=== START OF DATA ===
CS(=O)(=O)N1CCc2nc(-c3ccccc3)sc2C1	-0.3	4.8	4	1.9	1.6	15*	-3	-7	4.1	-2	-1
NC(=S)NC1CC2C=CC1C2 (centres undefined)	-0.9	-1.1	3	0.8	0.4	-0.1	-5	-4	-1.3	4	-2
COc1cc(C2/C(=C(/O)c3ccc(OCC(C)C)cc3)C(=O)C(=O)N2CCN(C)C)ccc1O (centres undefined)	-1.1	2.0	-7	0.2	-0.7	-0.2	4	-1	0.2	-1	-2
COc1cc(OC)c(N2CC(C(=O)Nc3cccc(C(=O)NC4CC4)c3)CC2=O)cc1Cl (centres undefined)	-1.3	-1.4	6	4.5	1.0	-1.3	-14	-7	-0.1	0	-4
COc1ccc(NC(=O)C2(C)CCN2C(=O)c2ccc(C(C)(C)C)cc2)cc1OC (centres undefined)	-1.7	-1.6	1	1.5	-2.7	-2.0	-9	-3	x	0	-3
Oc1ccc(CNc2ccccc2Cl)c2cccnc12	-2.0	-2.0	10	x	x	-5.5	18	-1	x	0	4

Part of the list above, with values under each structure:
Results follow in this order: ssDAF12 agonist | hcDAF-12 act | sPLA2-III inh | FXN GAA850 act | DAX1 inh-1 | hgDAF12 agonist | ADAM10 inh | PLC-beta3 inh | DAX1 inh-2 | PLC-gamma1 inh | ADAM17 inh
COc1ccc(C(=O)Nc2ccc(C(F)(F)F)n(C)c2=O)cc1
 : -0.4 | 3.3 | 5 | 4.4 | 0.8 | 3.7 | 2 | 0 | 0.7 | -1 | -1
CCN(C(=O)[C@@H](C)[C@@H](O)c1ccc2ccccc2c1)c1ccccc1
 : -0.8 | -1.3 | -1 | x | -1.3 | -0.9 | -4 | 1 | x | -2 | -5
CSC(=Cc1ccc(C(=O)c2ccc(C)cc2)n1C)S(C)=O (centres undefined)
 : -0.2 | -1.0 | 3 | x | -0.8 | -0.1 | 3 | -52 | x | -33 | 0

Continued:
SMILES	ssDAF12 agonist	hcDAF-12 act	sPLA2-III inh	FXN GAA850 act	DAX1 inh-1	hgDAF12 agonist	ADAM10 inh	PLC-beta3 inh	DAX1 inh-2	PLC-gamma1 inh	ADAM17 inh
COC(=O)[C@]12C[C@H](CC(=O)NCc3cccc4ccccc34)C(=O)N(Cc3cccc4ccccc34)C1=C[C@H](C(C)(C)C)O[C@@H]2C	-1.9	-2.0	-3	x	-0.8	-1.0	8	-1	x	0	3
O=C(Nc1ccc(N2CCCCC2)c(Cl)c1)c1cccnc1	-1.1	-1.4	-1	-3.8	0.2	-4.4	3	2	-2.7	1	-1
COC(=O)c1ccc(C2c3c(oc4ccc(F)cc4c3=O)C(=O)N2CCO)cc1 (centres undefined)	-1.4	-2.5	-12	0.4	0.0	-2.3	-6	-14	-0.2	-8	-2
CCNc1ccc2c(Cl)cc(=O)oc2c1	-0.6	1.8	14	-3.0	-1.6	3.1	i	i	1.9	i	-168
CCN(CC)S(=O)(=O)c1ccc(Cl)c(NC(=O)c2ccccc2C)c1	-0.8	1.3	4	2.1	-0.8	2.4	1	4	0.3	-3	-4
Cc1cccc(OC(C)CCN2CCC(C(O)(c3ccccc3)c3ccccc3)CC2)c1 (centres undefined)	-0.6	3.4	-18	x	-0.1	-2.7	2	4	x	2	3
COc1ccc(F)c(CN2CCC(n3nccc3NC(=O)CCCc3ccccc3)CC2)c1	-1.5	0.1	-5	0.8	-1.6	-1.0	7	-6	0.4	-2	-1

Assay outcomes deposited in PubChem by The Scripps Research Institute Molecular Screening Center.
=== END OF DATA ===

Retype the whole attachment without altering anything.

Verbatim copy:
CS(=O)(=O)N1CCc2nc(-c3ccccc3)sc2C1	-0.3	4.8	4	1.9	1.6	15*	-3	-7	4.1	-2	-1
NC(=S)NC1CC2C=CC1C2 (centres undefined)	-0.9	-1.1	3	0.8	0.4	-0.1	-5	-4	-1.3	4	-2
COc1cc(C2/C(=C(/O)c3ccc(OCC(C)C)cc3)C(=O)C(=O)N2CCN(C)C)ccc1O (centres undefined)	-1.1	2.0	-7	0.2	-0.7	-0.2	4	-1	0.2	-1	-2
COc1cc(OC)c(N2CC(C(=O)Nc3cccc(C(=O)NC4CC4)c3)CC2=O)cc1Cl (centres undefined)	-1.3	-1.4	6	4.5	1.0	-1.3	-14	-7	-0.1	0	-4
COc1ccc(NC(=O)C2(C)CCN2C(=O)c2ccc(C(C)(C)C)cc2)cc1OC (centres undefined)	-1.7	-1.6	1	1.5	-2.7	-2.0	-9	-3	x	0	-3
Oc1ccc(CNc2ccccc2Cl)c2cccnc12	-2.0	-2.0	10	x	x	-5.5	18	-1	x	0	4

Part of the list above, with values under each structure:
Results follow in this order: ssDAF12 agonist | hcDAF-12 act | sPLA2-III inh | FXN GAA850 act | DAX1 inh-1 | hgDAF12 agonist | ADAM10 inh | PLC-beta3 inh | DAX1 inh-2 | PLC-gamma1 inh | ADAM17 inh
COc1ccc(C(=O)Nc2ccc(C(F)(F)F)n(C)c2=O)cc1
 : -0.4 | 3.3 | 5 | 4.4 | 0.8 | 3.7 | 2 | 0 | 0.7 | -1 | -1
CCN(C(=O)[C@@H](C)[C@@H](O)c1ccc2ccccc2c1)c1ccccc1
 : -0.8 | -1.3 | -1 | x | -1.3 | -0.9 | -4 | 1 | x | -2 | -5
CSC(=Cc1ccc(C(=O)c2ccc(C)cc2)n1C)S(C)=O (centres undefined)
 : -0.2 | -1.0 | 3 | x | -0.8 | -0.1 | 3 | -52 | x | -33 | 0

Continued:
SMILES	ssDAF12 agonist	hcDAF-12 act	sPLA2-III inh	FXN GAA850 act	DAX1 inh-1	hgDAF12 agonist	ADAM10 inh	PLC-beta3 inh	DAX1 inh-2	PLC-gamma1 inh	ADAM17 inh
COC(=O)[C@]12C[C@H](CC(=O)NCc3cccc4ccccc34)C(=O)N(Cc3cccc4ccccc34)C1=C[C@H](C(C)(C)C)O[C@@H]2C	-1.9	-2.0	-3	x	-0.8	-1.0	8	-1	x	0	3
O=C(Nc1ccc(N2CCCCC2)c(Cl)c1)c1cccnc1	-1.1	-1.4	-1	-3.8	0.2	-4.4	3	2	-2.7	1	-1
COC(=O)c1ccc(C2c3c(oc4ccc(F)cc4c3=O)C(=O)N2CCO)cc1 (centres undefined)	-1.4	-2.5	-12	0.4	0.0	-2.3	-6	-14	-0.2	-8	-2
CCNc1ccc2c(Cl)cc(=O)oc2c1	-0.6	1.8	14	-3.0	-1.6	3.1	i	i	1.9	i	-168
CCN(CC)S(=O)(=O)c1ccc(Cl)c(NC(=O)c2ccccc2C)c1	-0.8	1.3	4	2.1	-0.8	2.4	1	4	0.3	-3	-4
Cc1cccc(OC(C)CCN2CCC(C(O)(c3ccccc3)c3ccccc3)CC2)c1 (centres undefined)	-0.6	3.4	-18	x	-0.1	-2.7	2	4	x	2	3
COc1ccc(F)c(CN2CCC(n3nccc3NC(=O)CCCc3ccccc3)CC2)c1	-1.5	0.1	-5	0.8	-1.6	-1.0	7	-6	0.4	-2	-1

Assay outcomes deposited in PubChem by The Scripps Research Institute Molecular Screening Center.